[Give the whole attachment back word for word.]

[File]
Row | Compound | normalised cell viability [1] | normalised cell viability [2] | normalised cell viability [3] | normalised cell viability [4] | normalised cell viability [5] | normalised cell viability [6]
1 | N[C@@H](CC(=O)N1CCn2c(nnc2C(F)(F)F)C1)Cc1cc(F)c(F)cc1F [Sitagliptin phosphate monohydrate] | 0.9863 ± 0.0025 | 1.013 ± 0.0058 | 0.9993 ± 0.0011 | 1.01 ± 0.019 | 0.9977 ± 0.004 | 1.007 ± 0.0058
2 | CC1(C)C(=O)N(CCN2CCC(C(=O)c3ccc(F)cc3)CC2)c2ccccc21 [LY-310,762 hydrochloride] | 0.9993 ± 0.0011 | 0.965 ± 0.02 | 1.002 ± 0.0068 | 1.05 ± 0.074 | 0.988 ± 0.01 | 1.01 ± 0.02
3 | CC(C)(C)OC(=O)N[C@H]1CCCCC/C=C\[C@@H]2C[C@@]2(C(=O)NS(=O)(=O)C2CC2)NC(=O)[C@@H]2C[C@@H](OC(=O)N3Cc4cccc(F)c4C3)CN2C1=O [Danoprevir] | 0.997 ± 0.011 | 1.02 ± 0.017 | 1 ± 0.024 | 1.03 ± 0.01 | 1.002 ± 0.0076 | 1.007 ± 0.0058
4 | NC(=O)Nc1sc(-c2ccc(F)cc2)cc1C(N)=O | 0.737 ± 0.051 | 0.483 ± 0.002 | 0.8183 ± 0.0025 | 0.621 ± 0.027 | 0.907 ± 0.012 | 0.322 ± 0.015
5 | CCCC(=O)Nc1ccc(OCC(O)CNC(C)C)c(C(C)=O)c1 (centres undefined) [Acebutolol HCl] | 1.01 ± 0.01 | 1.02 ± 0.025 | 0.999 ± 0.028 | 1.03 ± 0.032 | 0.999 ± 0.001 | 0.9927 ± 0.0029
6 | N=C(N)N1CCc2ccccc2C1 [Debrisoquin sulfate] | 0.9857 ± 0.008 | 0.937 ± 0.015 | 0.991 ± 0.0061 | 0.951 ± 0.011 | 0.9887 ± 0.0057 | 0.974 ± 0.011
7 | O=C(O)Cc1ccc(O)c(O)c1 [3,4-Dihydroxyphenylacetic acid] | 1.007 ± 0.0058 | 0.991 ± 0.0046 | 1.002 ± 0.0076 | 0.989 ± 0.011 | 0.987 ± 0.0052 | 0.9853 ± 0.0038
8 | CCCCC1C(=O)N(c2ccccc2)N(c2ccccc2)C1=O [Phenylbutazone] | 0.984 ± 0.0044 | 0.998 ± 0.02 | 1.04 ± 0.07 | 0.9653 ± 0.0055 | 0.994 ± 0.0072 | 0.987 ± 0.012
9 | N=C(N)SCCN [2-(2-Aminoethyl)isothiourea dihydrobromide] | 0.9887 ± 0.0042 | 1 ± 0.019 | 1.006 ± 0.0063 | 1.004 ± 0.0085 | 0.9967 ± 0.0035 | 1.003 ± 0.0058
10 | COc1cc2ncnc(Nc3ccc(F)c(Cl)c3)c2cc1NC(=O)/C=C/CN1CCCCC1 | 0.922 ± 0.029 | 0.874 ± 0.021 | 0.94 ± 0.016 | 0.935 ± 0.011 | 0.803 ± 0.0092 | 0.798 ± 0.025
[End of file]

Row | Compound | normalised cell viability [1] | normalised cell viability [2] | normalised cell viability [3] | normalised cell viability [4] | normalised cell viability [5] | normalised cell viability [6]
1 | N[C@@H](CC(=O)N1CCn2c(nnc2C(F)(F)F)C1)Cc1cc(F)c(F)cc1F [Sitagliptin phosphate monohydrate] | 0.9863 ± 0.0025 | 1.013 ± 0.0058 | 0.9993 ± 0.0011 | 1.01 ± 0.019 | 0.9977 ± 0.004 | 1.007 ± 0.0058
2 | CC1(C)C(=O)N(CCN2CCC(C(=O)c3ccc(F)cc3)CC2)c2ccccc21 [LY-310,762 hydrochloride] | 0.9993 ± 0.0011 | 0.965 ± 0.02 | 1.002 ± 0.0068 | 1.05 ± 0.074 | 0.988 ± 0.01 | 1.01 ± 0.02
3 | CC(C)(C)OC(=O)N[C@H]1CCCCC/C=C\[C@@H]2C[C@@]2(C(=O)NS(=O)(=O)C2CC2)NC(=O)[C@@H]2C[C@@H](OC(=O)N3Cc4cccc(F)c4C3)CN2C1=O [Danoprevir] | 0.997 ± 0.011 | 1.02 ± 0.017 | 1 ± 0.024 | 1.03 ± 0.01 | 1.002 ± 0.0076 | 1.007 ± 0.0058
4 | NC(=O)Nc1sc(-c2ccc(F)cc2)cc1C(N)=O | 0.737 ± 0.051 | 0.483 ± 0.002 | 0.8183 ± 0.0025 | 0.621 ± 0.027 | 0.907 ± 0.012 | 0.322 ± 0.015
5 | CCCC(=O)Nc1ccc(OCC(O)CNC(C)C)c(C(C)=O)c1 (centres undefined) [Acebutolol HCl] | 1.01 ± 0.01 | 1.02 ± 0.025 | 0.999 ± 0.028 | 1.03 ± 0.032 | 0.999 ± 0.001 | 0.9927 ± 0.0029
6 | N=C(N)N1CCc2ccccc2C1 [Debrisoquin sulfate] | 0.9857 ± 0.008 | 0.937 ± 0.015 | 0.991 ± 0.0061 | 0.951 ± 0.011 | 0.9887 ± 0.0057 | 0.974 ± 0.011
7 | O=C(O)Cc1ccc(O)c(O)c1 [3,4-Dihydroxyphenylacetic acid] | 1.007 ± 0.0058 | 0.991 ± 0.0046 | 1.002 ± 0.0076 | 0.989 ± 0.011 | 0.987 ± 0.0052 | 0.9853 ± 0.0038
8 | CCCCC1C(=O)N(c2ccccc2)N(c2ccccc2)C1=O [Phenylbutazone] | 0.984 ± 0.0044 | 0.998 ± 0.02 | 1.04 ± 0.07 | 0.9653 ± 0.0055 | 0.994 ± 0.0072 | 0.987 ± 0.012
9 | N=C(N)SCCN [2-(2-Aminoethyl)isothiourea dihydrobromide] | 0.9887 ± 0.0042 | 1 ± 0.019 | 1.006 ± 0.0063 | 1.004 ± 0.0085 | 0.9967 ± 0.0035 | 1.003 ± 0.0058
10 | COc1cc2ncnc(Nc3ccc(F)c(Cl)c3)c2cc1NC(=O)/C=C/CN1CCCCC1 | 0.922 ± 0.029 | 0.874 ± 0.021 | 0.94 ± 0.016 | 0.935 ± 0.011 | 0.803 ± 0.0092 | 0.798 ± 0.025